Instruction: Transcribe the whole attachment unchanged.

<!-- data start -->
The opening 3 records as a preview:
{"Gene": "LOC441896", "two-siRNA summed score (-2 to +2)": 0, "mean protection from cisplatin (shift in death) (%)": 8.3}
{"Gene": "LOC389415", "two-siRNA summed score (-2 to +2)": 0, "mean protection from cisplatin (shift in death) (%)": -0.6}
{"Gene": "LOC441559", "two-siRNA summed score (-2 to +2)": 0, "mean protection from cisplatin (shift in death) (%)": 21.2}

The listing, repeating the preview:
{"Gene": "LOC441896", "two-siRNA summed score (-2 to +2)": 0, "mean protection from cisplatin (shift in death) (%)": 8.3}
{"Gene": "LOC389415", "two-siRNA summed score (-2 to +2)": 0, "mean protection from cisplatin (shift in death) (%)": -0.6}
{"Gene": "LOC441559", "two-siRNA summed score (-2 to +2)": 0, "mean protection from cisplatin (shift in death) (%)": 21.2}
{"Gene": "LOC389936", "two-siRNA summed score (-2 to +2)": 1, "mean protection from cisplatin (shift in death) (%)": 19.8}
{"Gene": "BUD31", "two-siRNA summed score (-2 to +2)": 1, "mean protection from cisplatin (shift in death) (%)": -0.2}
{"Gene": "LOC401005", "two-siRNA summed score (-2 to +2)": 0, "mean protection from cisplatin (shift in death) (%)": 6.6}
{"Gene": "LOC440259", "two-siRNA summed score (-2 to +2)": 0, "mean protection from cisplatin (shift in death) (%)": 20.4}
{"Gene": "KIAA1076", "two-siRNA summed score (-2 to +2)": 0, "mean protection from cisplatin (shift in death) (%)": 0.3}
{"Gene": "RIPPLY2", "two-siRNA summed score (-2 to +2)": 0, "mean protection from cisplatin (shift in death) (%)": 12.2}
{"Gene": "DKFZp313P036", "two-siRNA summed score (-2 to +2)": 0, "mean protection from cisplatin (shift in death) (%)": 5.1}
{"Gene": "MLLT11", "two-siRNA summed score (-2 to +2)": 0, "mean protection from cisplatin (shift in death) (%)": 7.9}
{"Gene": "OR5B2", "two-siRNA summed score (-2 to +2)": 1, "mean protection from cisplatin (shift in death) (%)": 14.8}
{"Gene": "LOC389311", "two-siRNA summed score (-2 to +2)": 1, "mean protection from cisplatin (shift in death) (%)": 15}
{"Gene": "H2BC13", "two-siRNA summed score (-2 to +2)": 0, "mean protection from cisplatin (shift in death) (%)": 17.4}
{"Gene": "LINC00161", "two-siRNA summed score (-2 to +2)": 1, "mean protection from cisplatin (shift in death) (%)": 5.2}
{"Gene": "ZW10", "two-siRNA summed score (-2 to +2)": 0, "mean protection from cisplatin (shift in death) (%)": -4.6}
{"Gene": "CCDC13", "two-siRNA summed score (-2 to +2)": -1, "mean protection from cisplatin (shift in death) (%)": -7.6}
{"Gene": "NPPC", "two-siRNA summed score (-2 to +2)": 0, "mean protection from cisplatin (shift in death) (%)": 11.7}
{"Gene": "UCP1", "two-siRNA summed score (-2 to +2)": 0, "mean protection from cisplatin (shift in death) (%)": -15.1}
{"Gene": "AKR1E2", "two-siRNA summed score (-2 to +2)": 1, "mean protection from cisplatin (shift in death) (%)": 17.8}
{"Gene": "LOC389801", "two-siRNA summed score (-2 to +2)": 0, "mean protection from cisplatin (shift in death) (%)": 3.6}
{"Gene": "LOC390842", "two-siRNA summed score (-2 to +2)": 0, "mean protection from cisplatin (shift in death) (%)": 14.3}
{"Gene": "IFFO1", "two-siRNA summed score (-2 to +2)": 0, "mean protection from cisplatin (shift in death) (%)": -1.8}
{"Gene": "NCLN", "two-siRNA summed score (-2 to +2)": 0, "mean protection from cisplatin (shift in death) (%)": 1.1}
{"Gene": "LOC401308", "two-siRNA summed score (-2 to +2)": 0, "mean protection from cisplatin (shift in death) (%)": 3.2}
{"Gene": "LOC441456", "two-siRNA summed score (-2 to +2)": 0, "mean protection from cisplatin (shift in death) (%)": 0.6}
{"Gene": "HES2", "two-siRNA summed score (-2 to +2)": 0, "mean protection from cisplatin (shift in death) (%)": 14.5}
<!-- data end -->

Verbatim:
The opening 3 records as a preview:
{"Gene": "LOC441896", "two-siRNA summed score (-2 to +2)": 0, "mean protection from cisplatin (shift in death) (%)": 8.3}
{"Gene": "LOC389415", "two-siRNA summed score (-2 to +2)": 0, "mean protection from cisplatin (shift in death) (%)": -0.6}
{"Gene": "LOC441559", "two-siRNA summed score (-2 to +2)": 0, "mean protection from cisplatin (shift in death) (%)": 21.2}

The listing, repeating the preview:
{"Gene": "LOC441896", "two-siRNA summed score (-2 to +2)": 0, "mean protection from cisplatin (shift in death) (%)": 8.3}
{"Gene": "LOC389415", "two-siRNA summed score (-2 to +2)": 0, "mean protection from cisplatin (shift in death) (%)": -0.6}
{"Gene": "LOC441559", "two-siRNA summed score (-2 to +2)": 0, "mean protection from cisplatin (shift in death) (%)": 21.2}
{"Gene": "LOC389936", "two-siRNA summed score (-2 to +2)": 1, "mean protection from cisplatin (shift in death) (%)": 19.8}
{"Gene": "BUD31", "two-siRNA summed score (-2 to +2)": 1, "mean protection from cisplatin (shift in death) (%)": -0.2}
{"Gene": "LOC401005", "two-siRNA summed score (-2 to +2)": 0, "mean protection from cisplatin (shift in death) (%)": 6.6}
{"Gene": "LOC440259", "two-siRNA summed score (-2 to +2)": 0, "mean protection from cisplatin (shift in death) (%)": 20.4}
{"Gene": "KIAA1076", "two-siRNA summed score (-2 to +2)": 0, "mean protection from cisplatin (shift in death) (%)": 0.3}
{"Gene": "RIPPLY2", "two-siRNA summed score (-2 to +2)": 0, "mean protection from cisplatin (shift in death) (%)": 12.2}
{"Gene": "DKFZp313P036", "two-siRNA summed score (-2 to +2)": 0, "mean protection from cisplatin (shift in death) (%)": 5.1}
{"Gene": "MLLT11", "two-siRNA summed score (-2 to +2)": 0, "mean protection from cisplatin (shift in death) (%)": 7.9}
{"Gene": "OR5B2", "two-siRNA summed score (-2 to +2)": 1, "mean protection from cisplatin (shift in death) (%)": 14.8}
{"Gene": "LOC389311", "two-siRNA summed score (-2 to +2)": 1, "mean protection from cisplatin (shift in death) (%)": 15}
{"Gene": "H2BC13", "two-siRNA summed score (-2 to +2)": 0, "mean protection from cisplatin (shift in death) (%)": 17.4}
{"Gene": "LINC00161", "two-siRNA summed score (-2 to +2)": 1, "mean protection from cisplatin (shift in death) (%)": 5.2}
{"Gene": "ZW10", "two-siRNA summed score (-2 to +2)": 0, "mean protection from cisplatin (shift in death) (%)": -4.6}
{"Gene": "CCDC13", "two-siRNA summed score (-2 to +2)": -1, "mean protection from cisplatin (shift in death) (%)": -7.6}
{"Gene": "NPPC", "two-siRNA summed score (-2 to +2)": 0, "mean protection from cisplatin (shift in death) (%)": 11.7}
{"Gene": "UCP1", "two-siRNA summed score (-2 to +2)": 0, "mean protection from cisplatin (shift in death) (%)": -15.1}
{"Gene": "AKR1E2", "two-siRNA summed score (-2 to +2)": 1, "mean protection from cisplatin (shift in death) (%)": 17.8}
{"Gene": "LOC389801", "two-siRNA summed score (-2 to +2)": 0, "mean protection from cisplatin (shift in death) (%)": 3.6}
{"Gene": "LOC390842", "two-siRNA summed score (-2 to +2)": 0, "mean protection from cisplatin (shift in death) (%)": 14.3}
{"Gene": "IFFO1", "two-siRNA summed score (-2 to +2)": 0, "mean protection from cisplatin (shift in death) (%)": -1.8}
{"Gene": "NCLN", "two-siRNA summed score (-2 to +2)": 0, "mean protection from cisplatin (shift in death) (%)": 1.1}
{"Gene": "LOC401308", "two-siRNA summed score (-2 to +2)": 0, "mean protection from cisplatin (shift in death) (%)": 3.2}
{"Gene": "LOC441456", "two-siRNA summed score (-2 to +2)": 0, "mean protection from cisplatin (shift in death) (%)": 0.6}
{"Gene": "HES2", "two-siRNA summed score (-2 to +2)": 0, "mean protection from cisplatin (shift in death) (%)": 14.5}